After that, we headed to over to Elk Camp. The beautiful display of shooting stars and marsh marigold that had filled the meadow a month ago were finished, but the common camas (Camassia quamash) that had been starting then was still blooming well along the southwest corner, and from the amount of seed capsules evident, the whole meadow must have been a sea a blue a couple of weeks ago. Four weeks was too long to wait to return here. While not as colorful as it was before, there was still plenty in bloom in a predominantly yellow and white scheme, including both white and green bog orchids (Platanthera stricta), arrowleaf groundsel, bracted lousewort (Pedicularis bracteosa), lovage (Ligusticum grayi most likely), and bistort (Bistorta bistortoides). We walked along the edge of the thickets of willows, both to study them again and so I could relocate the patch of water montia (Montia chamissoi) I had discovered on my last visit. I found it easily enough, but it looked like I’d missed the bloom. Charlene Simpson, keeper of the Lane County Checklist database (and looking for a replacement!) told me there was no vouchered record of it yet in Lane County, so I should try to collect some. Luckily I eventually found another area on the other side of the willows where there were still a number in bloom, so I collected a few to press for the OSU Herbarium. It turned out they were growing in a number of places scattered about the meadow and along the edges. It’s such a small plant, it is easily escapes detection unless you are searching for it specifically. We also went into the back corner of the meadow to look for the rare Umpqua frasera in bloom but found only one in bud. The mosquitoes were coming out in the afternoon shade, and after swallowing one, I didn’t feel like hanging out there too long.

The caterpillars of mourning cloak butterflies are gregarious.

The caterpillars of mourning cloak butterflies are gregarious, with their eggs being laid over 100 at a time on a single branch. Fortunately, they feed mainly on willows and other shrubs and trees that can support such an onslaught of hungry mouths.

Caterpillars need to shed their skins as they grow. With gregarious species like the mourning cloak, the discarded skins make for a rather gruesome sight.

Caterpillars need to shed their skins as they grow. With gregarious species like the mourning cloak, the discarded skins make for a rather gruesome sight.

While wandering along the edge of the thicket of Booth’s willows in the center of the wetland, I noticed a few branches that were totally stripped of leaves. As my gaze lowered, the culprits appeared and were in such numbers that I reflexively let out a shriek of surprise. They were mourning cloak caterpillars—many dozens of them. I’ve loved butterflies my whole life and frequently raised them in my youth, so I’m not at all scared of caterpillars. But still, seeing this many creepy, crawling creatures all at once was a little offputting at first. We watched them for quite a while. When disturbed, by us banging into branches no doubt, they all jerked their heads, almost in unison. This must be some defensive behavior to scare off predators, not that their spiny little bodies looked like they would be pleasant to swallow either. They crawled all over each other, looking for leaves to munch. Where they’d already stripped the branches, we watched them wandering back and forth, looking for more to eat. I tried to encourage one out on the end of a stripped branch to crawl onto another branch that hadn’t been eaten yet, but he would have none of it. I’m sure he eventually figured it out without my help. There were a couple of other large conglomerations of caterpillars elsewhere in the willows. In one, we finally noticed a few independent individuals who had ventured out onto unoccupied branches. I’d seen some mourning cloaks on my first trip to the area in May. Perhaps some of those were their parents. Good luck to them all. I hope this means there will be lots of handsome mourning cloaks on the wing again next spring!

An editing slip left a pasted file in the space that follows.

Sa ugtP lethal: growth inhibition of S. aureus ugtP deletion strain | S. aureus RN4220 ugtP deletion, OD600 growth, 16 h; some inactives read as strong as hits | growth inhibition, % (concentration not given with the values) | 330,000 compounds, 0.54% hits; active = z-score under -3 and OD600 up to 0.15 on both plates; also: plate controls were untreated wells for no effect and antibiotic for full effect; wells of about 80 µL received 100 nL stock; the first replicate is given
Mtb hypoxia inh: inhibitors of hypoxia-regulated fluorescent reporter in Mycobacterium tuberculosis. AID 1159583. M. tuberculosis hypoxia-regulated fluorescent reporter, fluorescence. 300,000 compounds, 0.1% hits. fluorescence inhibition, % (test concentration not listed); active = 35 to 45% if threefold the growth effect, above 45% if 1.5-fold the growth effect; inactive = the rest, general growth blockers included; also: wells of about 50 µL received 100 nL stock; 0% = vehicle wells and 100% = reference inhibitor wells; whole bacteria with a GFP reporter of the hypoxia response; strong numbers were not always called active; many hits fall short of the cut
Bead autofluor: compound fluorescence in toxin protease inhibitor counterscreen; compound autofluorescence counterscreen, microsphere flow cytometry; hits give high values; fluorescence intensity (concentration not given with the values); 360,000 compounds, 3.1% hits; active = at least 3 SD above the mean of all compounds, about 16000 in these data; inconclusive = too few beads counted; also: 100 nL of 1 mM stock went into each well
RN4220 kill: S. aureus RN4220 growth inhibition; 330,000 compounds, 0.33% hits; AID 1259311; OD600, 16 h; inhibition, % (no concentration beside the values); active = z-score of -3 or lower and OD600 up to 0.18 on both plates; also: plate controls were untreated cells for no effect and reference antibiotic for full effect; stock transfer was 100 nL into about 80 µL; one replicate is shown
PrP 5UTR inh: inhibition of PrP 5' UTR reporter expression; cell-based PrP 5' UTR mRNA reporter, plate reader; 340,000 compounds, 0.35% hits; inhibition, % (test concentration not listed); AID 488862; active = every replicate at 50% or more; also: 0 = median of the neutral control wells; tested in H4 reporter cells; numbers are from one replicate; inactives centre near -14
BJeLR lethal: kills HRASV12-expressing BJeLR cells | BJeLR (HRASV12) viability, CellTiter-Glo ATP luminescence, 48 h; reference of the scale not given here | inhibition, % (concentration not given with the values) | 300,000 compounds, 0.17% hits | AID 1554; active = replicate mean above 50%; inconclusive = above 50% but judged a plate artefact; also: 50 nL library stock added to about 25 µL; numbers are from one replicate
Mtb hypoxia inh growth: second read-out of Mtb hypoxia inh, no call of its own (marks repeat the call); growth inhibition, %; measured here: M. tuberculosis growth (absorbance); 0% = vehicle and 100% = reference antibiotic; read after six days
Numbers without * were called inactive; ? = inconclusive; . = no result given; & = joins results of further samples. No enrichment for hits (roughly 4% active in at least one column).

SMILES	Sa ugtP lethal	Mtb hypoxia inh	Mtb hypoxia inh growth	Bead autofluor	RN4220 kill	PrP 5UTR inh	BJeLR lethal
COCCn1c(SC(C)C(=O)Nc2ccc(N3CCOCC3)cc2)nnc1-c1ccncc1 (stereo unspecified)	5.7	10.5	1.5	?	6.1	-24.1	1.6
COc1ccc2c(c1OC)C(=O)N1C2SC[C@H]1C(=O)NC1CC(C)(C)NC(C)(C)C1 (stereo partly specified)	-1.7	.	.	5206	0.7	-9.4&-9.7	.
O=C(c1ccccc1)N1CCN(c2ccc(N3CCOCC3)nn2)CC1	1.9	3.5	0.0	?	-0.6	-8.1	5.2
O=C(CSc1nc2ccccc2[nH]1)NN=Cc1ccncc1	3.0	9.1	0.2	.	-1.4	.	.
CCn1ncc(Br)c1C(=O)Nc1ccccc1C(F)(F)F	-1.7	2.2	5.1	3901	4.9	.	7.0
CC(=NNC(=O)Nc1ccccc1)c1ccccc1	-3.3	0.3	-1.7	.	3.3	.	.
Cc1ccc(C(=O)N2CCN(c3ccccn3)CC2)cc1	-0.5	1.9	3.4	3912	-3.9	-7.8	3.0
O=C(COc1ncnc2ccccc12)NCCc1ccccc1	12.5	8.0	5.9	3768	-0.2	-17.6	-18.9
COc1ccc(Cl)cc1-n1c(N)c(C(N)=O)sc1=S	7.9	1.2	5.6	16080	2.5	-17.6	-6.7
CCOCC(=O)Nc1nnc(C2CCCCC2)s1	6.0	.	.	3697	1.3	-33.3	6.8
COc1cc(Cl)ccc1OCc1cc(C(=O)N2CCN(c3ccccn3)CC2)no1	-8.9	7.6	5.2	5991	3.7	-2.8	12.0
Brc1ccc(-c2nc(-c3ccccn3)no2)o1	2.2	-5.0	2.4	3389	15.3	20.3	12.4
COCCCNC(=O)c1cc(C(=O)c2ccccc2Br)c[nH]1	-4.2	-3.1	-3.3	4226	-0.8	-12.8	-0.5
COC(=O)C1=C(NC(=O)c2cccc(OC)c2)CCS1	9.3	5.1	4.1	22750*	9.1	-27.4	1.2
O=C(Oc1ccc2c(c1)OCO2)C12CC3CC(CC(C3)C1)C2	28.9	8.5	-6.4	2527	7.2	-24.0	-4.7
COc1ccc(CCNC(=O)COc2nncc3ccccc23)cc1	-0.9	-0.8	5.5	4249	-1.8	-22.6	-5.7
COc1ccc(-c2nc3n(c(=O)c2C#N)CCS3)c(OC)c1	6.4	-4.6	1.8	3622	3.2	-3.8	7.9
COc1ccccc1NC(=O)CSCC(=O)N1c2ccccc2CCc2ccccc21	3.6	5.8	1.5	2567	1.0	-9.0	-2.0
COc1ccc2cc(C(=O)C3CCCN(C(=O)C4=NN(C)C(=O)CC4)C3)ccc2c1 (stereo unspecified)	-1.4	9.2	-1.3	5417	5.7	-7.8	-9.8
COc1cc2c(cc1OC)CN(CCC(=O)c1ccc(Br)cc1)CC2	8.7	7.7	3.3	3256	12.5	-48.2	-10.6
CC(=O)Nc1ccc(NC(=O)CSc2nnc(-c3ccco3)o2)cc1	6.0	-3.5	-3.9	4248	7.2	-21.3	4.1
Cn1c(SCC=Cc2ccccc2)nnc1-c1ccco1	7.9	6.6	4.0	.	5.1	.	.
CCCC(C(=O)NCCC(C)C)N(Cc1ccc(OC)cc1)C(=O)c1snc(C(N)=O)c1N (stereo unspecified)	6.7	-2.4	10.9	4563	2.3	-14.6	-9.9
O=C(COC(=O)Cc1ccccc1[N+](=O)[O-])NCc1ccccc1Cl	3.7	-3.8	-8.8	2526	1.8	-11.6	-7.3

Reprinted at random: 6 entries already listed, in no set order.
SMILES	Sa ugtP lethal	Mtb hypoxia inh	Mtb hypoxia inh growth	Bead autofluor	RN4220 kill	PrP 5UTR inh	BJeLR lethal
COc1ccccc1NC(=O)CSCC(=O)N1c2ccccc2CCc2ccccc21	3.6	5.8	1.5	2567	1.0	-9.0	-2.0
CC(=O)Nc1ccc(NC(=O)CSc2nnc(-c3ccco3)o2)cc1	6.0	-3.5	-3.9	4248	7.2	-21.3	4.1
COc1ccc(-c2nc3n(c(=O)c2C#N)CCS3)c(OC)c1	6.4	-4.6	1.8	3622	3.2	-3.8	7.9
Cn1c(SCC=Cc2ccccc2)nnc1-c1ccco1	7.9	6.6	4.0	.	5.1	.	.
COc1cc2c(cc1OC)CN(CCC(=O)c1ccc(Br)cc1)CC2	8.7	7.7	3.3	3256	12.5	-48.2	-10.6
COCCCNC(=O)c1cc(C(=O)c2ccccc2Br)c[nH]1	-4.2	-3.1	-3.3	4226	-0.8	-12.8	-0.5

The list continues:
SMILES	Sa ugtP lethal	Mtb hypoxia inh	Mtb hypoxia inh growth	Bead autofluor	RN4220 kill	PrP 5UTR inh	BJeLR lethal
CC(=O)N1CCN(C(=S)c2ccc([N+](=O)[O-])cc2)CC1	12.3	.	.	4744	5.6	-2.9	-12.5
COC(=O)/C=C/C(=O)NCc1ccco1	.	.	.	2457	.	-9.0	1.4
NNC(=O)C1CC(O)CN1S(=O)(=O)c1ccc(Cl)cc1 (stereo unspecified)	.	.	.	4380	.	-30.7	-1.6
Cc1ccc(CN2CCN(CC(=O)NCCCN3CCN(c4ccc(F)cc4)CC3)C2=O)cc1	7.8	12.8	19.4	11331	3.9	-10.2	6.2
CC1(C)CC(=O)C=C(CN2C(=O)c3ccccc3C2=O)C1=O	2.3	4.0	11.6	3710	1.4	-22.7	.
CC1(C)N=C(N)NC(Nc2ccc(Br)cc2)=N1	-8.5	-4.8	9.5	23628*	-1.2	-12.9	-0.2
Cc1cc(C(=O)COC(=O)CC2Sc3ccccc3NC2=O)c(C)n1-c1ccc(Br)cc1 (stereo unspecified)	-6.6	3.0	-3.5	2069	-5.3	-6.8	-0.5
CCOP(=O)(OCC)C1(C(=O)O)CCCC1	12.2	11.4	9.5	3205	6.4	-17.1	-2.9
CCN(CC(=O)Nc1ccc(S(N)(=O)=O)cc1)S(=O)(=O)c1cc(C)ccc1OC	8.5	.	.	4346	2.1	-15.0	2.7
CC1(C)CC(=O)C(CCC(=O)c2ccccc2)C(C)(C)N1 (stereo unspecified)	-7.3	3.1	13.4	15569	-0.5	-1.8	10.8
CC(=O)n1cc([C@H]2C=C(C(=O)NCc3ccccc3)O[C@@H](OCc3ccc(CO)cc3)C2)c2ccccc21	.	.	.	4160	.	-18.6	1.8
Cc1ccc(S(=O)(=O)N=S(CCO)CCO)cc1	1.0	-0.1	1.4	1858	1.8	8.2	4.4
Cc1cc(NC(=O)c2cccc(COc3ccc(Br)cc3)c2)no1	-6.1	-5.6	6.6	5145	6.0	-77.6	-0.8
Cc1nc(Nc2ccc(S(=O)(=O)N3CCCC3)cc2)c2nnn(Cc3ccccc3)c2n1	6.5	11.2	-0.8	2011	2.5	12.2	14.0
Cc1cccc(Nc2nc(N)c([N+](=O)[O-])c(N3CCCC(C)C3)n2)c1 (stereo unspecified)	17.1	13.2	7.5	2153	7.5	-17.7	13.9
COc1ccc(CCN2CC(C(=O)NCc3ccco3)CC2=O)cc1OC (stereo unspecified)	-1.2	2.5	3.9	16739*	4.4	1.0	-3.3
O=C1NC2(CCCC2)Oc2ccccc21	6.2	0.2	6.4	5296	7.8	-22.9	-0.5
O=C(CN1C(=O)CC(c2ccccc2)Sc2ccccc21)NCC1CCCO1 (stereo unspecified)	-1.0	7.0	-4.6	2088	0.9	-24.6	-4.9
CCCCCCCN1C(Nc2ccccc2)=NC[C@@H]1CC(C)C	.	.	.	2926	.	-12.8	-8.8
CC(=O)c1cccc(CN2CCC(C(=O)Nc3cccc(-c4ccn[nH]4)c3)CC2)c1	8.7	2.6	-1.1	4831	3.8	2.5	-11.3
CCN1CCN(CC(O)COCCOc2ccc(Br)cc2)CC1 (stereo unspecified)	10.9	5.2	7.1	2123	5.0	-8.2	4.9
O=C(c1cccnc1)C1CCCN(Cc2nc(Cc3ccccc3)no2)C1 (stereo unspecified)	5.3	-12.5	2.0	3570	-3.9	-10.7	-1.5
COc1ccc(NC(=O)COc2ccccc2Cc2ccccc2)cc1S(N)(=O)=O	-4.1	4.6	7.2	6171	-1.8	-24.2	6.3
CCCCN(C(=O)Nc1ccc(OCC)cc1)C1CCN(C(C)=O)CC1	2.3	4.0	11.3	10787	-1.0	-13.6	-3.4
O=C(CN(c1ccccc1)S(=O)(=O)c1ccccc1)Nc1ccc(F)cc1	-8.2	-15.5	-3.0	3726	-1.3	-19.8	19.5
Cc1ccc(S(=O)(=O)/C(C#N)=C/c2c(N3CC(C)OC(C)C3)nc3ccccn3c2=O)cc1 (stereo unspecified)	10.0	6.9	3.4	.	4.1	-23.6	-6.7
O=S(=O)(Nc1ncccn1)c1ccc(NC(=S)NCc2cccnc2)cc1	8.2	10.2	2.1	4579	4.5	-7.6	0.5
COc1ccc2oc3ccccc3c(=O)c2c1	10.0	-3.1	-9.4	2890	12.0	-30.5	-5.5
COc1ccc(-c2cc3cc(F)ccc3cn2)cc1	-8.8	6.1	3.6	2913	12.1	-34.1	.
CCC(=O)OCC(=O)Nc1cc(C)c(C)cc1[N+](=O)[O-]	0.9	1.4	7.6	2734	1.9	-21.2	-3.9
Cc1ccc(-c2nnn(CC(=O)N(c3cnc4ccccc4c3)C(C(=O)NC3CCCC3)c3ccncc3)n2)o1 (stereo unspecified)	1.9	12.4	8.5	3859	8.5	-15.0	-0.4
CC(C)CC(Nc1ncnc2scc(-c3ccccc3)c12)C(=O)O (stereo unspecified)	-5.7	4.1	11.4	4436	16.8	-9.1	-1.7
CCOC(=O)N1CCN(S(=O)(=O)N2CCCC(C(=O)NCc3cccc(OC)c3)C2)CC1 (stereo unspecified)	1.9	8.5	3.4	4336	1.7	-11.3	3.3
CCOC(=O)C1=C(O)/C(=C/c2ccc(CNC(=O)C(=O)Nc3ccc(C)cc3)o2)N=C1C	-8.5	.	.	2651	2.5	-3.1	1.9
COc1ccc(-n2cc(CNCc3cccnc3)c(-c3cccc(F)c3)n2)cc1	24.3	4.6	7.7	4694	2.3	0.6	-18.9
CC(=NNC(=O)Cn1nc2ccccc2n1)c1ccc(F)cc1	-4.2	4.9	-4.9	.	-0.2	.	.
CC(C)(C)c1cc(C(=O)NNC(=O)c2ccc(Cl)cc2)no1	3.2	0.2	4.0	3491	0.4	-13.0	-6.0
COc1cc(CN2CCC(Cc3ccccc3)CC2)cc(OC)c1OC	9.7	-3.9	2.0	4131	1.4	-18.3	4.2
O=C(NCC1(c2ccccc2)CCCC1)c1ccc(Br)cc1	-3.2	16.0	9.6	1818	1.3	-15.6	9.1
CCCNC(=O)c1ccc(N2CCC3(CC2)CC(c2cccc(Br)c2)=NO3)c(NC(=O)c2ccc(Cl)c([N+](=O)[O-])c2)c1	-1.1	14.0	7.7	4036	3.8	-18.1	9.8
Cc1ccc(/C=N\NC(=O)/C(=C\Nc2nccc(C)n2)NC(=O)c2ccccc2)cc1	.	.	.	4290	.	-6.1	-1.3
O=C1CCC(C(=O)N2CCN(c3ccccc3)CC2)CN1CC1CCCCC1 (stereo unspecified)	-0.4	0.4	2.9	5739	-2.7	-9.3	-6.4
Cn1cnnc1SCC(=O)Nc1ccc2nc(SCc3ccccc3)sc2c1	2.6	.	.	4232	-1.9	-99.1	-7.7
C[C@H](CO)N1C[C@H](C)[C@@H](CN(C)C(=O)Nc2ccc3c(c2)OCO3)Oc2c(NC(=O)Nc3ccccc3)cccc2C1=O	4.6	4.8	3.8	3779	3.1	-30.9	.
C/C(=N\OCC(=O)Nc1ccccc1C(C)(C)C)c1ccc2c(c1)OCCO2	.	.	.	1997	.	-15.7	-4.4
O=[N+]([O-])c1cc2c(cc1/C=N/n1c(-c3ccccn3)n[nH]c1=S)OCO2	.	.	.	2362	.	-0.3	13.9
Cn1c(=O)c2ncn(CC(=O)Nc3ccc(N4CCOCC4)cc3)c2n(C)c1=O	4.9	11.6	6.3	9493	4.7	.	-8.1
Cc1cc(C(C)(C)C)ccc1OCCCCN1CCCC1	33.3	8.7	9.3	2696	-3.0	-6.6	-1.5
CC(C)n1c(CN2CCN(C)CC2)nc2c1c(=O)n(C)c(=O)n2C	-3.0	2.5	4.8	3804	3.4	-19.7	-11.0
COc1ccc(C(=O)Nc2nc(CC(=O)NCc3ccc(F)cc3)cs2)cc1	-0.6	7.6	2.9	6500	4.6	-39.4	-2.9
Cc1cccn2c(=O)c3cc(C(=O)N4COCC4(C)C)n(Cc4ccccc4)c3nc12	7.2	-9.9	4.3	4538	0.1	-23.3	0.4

Lilium columbianum

Tiger lilies and Alice’s fleabane catching the last rays of sun.

yellow jacket

The pollen of tiger lilies is attractive to wasps, like this yellow jacket, and many other insects.

As late as it was, we did stop one more time to look at Nevergo Meadow just a short ways back down the hill. After a quick look at the wetland, we explored the dry meadow on the other side of the small spur road 226. The sun was dipping quite low, but this meadow was still catching the light, illuminating numerous bright orange tiger lilies (Lilium columbianum). Playing a supporting role to these scene stealers were pale pink Alice’s fleabane (Erigeron aliceae). We marveled at how night-blooming morning glory (Calystegia atriplicifolia) seemed to be crawling around the entire meadow, sometimes wrapping its tendrils around other plants. It seemed like the flowers in the shade were closed while those still in the sun were open, but it was hard to tell if they were closing for the night or not. While they weren’t as beautiful as those I saw on Coffin Mountain the other day, this must be the largest population I’ve ever seen. There was a lot of last-minute activity before the sun set. Patches of western columbine (Aquilegia formosa) were being fought over by several greedy hummingbirds. Other birds were singing from the tops of the trees. What a lovely spot. It sure made it hard to head home!